If you spend most days in Lexington, almost all of the plants you see were planted by landscapers or homeowners (that nasty free-seeding honeysuckle and our remarkable pre-settlement oaks and ashes excepted). The trees, lawns, and hedges might seem permanent. None are. They die at the jaws of tiny beetles or by terrific bolts of lightning, then we replace them by ones and by twos. We shouldn’t do so mindlessly. Like it or not, the Kentucky landscape, be it commercial or residential, is changing rapidly and permanently. The smart person will direct the nature of that change, rather than simply react to it.
Lexington landscape change at hand isn’t about a fad, or about marketing, or about any one cause. What we have, in Lexington and beyond, is a perfect storm of landscape stressors. Sadly, there isn’t any particular solution waiting out there to be bought off the shelf. No easy fix exists, because the circumstances have changed so radically. But there are smart choices we can make now.
A rose garden planted within a boxwood hedge today cannot perform as well as one planted in 1950. Newly arrived boxwood blight and rose rosette diseases are the primary threats. Likewise, a Taxus hedge at the edge of a parking lot inevitably declines as years and years of parking lot salting wash around its roots. Lawns struggle, because we continue to run over them with heavy equipment, because fertilizer residuals accumulate in soil, because fungus adaptation outpaces fungicide development, and because we kill the soil-building organisms when we act to kill the Japanese beetle grub. All these factors are worsened by wilder and wilder fluctuations in temperatures and precipitation that show no sign of taming.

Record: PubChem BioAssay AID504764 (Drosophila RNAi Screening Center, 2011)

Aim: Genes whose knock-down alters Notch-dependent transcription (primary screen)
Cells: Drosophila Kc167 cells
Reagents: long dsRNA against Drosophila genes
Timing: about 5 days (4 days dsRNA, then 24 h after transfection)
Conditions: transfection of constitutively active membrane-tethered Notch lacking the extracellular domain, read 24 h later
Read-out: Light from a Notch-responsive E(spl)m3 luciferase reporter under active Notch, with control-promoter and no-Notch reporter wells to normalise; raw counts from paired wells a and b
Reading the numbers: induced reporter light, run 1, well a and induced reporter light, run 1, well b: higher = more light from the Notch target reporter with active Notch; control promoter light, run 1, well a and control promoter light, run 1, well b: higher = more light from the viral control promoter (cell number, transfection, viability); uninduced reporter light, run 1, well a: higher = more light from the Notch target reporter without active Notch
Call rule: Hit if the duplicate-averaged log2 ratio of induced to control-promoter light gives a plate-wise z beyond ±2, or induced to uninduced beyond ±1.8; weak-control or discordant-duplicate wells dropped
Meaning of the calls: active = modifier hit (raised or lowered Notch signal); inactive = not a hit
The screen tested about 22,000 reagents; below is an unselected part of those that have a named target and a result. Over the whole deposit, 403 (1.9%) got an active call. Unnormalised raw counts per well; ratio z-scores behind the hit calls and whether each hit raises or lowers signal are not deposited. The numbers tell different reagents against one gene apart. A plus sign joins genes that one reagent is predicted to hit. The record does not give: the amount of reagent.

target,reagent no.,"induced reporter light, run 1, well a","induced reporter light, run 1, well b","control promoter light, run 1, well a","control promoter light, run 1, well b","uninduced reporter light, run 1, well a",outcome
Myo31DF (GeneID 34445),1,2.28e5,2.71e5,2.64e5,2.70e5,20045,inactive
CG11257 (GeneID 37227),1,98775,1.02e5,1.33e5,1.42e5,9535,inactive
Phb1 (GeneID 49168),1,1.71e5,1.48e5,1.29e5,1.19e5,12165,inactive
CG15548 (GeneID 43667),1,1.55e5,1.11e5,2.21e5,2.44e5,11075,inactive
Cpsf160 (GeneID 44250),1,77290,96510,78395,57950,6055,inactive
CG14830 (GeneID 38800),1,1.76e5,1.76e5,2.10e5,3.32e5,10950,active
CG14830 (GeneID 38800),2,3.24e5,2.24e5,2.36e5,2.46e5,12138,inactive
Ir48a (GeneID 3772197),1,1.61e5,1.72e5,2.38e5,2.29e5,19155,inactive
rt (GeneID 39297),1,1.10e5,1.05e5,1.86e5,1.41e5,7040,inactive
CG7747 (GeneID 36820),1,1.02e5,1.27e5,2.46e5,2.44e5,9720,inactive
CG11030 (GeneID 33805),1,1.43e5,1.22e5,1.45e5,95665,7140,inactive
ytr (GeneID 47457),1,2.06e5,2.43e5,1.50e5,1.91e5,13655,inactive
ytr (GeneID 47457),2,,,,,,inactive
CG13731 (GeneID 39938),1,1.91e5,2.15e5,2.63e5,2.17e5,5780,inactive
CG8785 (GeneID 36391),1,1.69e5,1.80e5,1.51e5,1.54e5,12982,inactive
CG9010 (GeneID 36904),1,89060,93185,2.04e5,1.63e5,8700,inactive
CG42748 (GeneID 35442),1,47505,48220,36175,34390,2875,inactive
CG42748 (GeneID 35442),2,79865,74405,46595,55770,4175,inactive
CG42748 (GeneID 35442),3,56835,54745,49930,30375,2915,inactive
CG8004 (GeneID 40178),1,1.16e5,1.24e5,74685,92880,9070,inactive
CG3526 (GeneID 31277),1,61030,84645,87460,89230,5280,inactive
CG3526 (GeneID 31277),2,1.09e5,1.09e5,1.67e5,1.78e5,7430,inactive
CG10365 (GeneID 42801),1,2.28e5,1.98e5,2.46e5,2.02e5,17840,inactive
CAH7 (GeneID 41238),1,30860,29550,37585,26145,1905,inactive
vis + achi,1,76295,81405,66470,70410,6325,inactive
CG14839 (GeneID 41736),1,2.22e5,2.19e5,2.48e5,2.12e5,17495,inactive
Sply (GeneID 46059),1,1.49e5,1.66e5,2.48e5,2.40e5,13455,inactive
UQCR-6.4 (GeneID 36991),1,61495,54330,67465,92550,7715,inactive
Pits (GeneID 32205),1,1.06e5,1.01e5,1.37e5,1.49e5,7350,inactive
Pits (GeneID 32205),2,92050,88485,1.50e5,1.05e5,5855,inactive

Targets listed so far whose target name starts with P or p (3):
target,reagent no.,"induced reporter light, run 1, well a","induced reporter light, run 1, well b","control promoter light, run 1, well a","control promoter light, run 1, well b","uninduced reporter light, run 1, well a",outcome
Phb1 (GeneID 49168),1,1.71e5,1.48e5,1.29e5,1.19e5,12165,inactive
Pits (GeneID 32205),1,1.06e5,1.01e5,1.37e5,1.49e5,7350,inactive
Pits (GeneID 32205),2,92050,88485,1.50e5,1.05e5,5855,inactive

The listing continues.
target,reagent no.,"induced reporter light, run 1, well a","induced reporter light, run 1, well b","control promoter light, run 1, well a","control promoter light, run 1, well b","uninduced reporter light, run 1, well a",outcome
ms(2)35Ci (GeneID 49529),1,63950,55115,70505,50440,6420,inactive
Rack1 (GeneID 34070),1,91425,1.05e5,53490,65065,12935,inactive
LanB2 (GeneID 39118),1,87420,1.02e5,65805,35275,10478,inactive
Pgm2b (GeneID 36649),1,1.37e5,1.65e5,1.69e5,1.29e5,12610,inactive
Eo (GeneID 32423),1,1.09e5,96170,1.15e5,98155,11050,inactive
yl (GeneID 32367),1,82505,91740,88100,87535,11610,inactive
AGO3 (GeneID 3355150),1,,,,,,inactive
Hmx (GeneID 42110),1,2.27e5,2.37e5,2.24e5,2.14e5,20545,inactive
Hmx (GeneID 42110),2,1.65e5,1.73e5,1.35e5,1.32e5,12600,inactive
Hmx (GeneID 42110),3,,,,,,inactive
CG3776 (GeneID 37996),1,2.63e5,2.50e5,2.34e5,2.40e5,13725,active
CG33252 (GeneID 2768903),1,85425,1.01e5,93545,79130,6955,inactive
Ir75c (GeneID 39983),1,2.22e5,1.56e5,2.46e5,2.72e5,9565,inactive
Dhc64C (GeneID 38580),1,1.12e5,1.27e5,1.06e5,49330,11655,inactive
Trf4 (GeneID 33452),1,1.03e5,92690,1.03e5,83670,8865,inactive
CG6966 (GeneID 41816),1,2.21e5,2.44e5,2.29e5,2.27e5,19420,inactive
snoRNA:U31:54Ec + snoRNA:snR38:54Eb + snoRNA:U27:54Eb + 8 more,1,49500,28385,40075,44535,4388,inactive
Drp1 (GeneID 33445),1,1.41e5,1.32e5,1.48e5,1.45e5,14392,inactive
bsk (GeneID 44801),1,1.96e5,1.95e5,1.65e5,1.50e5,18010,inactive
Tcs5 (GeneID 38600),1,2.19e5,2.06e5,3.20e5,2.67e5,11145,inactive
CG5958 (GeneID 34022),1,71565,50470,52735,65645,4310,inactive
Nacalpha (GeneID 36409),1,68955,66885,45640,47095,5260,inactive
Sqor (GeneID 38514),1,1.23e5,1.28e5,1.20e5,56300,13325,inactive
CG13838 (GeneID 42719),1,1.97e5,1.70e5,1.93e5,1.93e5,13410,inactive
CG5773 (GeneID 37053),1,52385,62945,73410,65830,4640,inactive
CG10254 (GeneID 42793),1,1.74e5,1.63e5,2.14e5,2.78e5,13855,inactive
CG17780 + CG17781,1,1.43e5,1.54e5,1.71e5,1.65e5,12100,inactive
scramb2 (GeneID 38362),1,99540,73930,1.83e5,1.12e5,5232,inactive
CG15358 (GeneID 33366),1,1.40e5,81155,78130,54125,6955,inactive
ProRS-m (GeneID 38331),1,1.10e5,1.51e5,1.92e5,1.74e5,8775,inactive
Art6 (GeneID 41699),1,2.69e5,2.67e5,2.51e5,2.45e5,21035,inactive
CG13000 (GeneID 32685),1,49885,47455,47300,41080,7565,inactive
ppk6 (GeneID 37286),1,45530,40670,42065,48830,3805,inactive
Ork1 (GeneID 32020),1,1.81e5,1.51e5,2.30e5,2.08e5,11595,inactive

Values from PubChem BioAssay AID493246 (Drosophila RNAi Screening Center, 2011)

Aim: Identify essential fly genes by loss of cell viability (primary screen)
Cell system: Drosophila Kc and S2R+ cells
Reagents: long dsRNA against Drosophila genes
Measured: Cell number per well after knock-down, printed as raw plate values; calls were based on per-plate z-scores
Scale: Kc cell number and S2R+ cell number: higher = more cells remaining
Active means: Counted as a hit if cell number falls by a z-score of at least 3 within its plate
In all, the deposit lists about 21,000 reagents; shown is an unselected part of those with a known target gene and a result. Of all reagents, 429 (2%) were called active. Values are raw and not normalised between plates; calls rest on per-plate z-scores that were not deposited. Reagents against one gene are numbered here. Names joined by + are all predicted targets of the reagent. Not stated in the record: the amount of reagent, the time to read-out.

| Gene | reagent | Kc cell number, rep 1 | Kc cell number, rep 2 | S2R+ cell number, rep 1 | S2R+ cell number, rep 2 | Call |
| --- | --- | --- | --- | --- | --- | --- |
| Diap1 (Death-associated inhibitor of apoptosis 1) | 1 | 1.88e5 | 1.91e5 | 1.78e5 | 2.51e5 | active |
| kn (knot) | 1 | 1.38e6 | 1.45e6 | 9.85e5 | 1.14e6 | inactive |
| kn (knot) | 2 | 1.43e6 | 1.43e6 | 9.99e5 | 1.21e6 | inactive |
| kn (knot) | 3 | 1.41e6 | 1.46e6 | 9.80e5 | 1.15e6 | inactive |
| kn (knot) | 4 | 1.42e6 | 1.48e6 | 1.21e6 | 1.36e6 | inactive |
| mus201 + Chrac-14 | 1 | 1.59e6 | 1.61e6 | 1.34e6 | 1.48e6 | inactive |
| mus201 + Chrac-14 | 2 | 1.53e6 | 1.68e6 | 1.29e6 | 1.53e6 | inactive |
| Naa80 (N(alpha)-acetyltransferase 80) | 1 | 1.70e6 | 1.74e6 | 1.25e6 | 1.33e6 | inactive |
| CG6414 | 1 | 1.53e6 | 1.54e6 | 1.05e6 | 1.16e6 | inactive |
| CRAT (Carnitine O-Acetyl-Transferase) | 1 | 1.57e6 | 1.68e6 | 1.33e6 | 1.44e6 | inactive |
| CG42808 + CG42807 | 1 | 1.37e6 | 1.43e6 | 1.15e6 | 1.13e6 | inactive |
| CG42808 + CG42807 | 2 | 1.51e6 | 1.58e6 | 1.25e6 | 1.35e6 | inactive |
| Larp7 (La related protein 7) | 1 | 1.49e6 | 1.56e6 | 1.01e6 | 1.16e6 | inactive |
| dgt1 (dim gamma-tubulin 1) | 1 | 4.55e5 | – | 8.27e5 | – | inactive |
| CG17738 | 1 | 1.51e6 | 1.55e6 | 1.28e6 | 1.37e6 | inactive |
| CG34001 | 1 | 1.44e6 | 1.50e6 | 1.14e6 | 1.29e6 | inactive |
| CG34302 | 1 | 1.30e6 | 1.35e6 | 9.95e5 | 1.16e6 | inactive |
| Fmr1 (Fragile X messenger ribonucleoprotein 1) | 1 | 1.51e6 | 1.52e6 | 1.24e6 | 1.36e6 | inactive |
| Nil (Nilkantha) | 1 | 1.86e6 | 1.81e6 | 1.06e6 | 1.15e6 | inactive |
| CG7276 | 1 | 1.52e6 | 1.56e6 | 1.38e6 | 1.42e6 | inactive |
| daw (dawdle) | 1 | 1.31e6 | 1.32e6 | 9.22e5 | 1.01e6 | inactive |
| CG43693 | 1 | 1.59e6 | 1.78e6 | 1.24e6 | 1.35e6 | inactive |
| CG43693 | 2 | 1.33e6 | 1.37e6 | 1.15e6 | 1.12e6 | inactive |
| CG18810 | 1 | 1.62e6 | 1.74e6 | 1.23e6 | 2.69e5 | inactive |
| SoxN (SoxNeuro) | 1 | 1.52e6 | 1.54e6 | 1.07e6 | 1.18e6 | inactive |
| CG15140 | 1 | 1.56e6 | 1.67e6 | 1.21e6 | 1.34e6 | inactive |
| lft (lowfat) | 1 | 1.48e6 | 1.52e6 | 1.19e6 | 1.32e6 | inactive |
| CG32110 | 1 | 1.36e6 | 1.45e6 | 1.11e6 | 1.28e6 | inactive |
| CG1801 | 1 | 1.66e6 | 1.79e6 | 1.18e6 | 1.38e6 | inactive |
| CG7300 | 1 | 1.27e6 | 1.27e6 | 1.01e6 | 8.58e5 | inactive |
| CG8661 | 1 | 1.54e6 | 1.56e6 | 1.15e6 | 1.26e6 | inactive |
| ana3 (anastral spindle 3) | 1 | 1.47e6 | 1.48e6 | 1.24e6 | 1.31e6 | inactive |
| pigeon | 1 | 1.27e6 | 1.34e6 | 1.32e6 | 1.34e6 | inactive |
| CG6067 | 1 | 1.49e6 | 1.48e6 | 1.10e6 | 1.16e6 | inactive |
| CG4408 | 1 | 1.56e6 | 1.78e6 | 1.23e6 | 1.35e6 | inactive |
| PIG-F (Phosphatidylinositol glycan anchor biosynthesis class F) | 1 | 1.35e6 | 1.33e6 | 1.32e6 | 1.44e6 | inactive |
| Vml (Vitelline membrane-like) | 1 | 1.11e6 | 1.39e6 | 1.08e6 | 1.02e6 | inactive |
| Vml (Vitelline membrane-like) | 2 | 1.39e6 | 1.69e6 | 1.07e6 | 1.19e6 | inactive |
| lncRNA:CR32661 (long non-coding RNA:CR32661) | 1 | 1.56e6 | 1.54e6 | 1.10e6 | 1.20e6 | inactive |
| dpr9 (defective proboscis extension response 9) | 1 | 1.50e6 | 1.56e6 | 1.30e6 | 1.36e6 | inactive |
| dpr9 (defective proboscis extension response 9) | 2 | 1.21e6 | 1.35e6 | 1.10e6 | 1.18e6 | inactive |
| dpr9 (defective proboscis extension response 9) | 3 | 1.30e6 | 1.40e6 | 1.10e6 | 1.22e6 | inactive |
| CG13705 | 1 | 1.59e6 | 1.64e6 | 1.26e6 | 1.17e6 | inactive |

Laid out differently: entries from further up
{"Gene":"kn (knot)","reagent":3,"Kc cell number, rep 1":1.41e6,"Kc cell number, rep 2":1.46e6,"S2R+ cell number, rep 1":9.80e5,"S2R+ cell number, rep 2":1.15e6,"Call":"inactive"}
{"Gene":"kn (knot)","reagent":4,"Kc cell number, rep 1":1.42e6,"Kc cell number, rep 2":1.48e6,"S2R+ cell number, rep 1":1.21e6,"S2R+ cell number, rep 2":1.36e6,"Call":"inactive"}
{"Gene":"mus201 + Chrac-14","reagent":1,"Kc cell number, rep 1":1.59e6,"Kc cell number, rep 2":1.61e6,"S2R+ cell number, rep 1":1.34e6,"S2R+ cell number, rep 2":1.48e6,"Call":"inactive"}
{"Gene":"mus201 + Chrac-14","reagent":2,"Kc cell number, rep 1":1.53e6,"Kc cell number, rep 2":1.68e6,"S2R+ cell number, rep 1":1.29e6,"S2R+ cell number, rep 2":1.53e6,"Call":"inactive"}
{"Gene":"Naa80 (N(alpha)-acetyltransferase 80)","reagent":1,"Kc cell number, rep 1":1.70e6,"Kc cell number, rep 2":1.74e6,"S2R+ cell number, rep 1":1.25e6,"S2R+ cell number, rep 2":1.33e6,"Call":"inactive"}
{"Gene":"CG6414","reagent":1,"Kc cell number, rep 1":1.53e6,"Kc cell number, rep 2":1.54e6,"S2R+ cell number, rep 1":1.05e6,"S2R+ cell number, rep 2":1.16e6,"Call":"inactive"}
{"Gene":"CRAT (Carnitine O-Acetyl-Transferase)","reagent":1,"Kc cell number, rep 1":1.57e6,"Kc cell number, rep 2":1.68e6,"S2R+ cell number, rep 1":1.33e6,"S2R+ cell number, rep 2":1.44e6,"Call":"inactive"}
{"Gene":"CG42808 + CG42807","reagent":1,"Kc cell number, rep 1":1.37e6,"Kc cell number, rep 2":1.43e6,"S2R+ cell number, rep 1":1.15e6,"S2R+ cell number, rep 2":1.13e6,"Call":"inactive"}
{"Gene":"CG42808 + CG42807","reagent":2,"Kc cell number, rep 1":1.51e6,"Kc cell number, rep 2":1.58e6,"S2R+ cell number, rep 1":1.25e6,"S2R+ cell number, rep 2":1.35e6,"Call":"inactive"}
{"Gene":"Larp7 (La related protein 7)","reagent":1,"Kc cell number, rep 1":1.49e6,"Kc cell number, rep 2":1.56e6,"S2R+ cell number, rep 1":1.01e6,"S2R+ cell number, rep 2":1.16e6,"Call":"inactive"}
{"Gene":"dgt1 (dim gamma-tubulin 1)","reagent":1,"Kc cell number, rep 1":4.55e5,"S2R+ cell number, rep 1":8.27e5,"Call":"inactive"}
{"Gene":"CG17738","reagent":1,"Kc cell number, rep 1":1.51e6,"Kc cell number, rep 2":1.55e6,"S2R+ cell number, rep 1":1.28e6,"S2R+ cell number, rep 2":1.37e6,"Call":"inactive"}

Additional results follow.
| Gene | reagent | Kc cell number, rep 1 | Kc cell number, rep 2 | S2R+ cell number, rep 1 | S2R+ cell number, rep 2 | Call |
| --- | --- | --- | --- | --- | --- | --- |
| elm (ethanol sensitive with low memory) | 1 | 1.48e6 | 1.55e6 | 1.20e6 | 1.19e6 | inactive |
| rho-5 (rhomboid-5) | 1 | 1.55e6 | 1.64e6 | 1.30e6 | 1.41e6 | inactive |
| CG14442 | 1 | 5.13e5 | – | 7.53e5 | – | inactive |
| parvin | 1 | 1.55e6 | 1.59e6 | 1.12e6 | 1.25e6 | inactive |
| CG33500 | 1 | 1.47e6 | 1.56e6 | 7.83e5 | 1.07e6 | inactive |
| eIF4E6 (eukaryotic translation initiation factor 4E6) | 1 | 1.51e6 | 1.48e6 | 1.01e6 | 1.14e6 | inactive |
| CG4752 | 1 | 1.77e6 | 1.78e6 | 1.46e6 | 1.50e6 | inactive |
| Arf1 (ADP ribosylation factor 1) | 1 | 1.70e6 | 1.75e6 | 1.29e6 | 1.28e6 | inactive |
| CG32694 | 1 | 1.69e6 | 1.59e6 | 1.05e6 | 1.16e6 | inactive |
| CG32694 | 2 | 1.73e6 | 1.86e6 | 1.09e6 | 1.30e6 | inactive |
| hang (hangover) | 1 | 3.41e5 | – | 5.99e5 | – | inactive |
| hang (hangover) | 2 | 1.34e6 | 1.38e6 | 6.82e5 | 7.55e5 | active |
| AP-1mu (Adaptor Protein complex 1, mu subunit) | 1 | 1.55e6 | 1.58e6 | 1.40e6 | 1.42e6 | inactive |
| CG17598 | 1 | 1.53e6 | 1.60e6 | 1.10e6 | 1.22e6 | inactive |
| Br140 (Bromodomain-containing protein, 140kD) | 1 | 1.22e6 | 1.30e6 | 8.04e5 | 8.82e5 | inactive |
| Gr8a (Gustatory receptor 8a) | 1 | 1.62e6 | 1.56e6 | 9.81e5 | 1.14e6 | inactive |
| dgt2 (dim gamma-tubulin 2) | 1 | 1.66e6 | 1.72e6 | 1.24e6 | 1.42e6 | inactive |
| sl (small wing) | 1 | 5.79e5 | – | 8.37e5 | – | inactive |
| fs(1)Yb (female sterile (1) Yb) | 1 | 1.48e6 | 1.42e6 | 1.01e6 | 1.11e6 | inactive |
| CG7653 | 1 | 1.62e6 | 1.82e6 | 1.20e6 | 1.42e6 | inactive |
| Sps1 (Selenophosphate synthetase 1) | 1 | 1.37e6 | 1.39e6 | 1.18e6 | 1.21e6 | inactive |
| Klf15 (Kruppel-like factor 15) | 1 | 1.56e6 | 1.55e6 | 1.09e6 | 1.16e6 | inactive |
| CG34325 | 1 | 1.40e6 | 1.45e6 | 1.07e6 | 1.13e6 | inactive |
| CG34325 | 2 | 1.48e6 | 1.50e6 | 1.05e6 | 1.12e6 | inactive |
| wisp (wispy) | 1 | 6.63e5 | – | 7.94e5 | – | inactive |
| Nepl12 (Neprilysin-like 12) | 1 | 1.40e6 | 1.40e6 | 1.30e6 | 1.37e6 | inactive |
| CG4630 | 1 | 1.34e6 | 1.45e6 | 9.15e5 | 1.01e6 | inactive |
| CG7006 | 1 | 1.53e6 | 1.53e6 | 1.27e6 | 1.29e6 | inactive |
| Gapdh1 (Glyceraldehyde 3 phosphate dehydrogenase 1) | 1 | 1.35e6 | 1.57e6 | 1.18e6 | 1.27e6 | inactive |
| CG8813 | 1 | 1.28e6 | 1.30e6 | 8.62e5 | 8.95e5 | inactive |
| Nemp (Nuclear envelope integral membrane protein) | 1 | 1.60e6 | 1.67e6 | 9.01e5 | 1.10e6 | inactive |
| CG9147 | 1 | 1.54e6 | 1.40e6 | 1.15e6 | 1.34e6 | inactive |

It doesn’t matter at all what your politics are or aren’t, or what you do or do not find attractive. What matters is how we understand what landscape is for, and whether we can create new methods, resources, and habits to achieve our goals when installing landscape. Lexington’s traditional blue horse, to quote a phrase, is out of the barn. In a short twenty years, our city will look different whether or not we drive the change. There will be fewer acres of fescue turf, few or no boxwood, no knockout roses. There will be a more blue-collar landscape, where the plants work–for passive cooling, rainwater filtering, and more. We will ask more from our landscapes, and they will deliver. Pretty and predictable are not enough. The game has changed.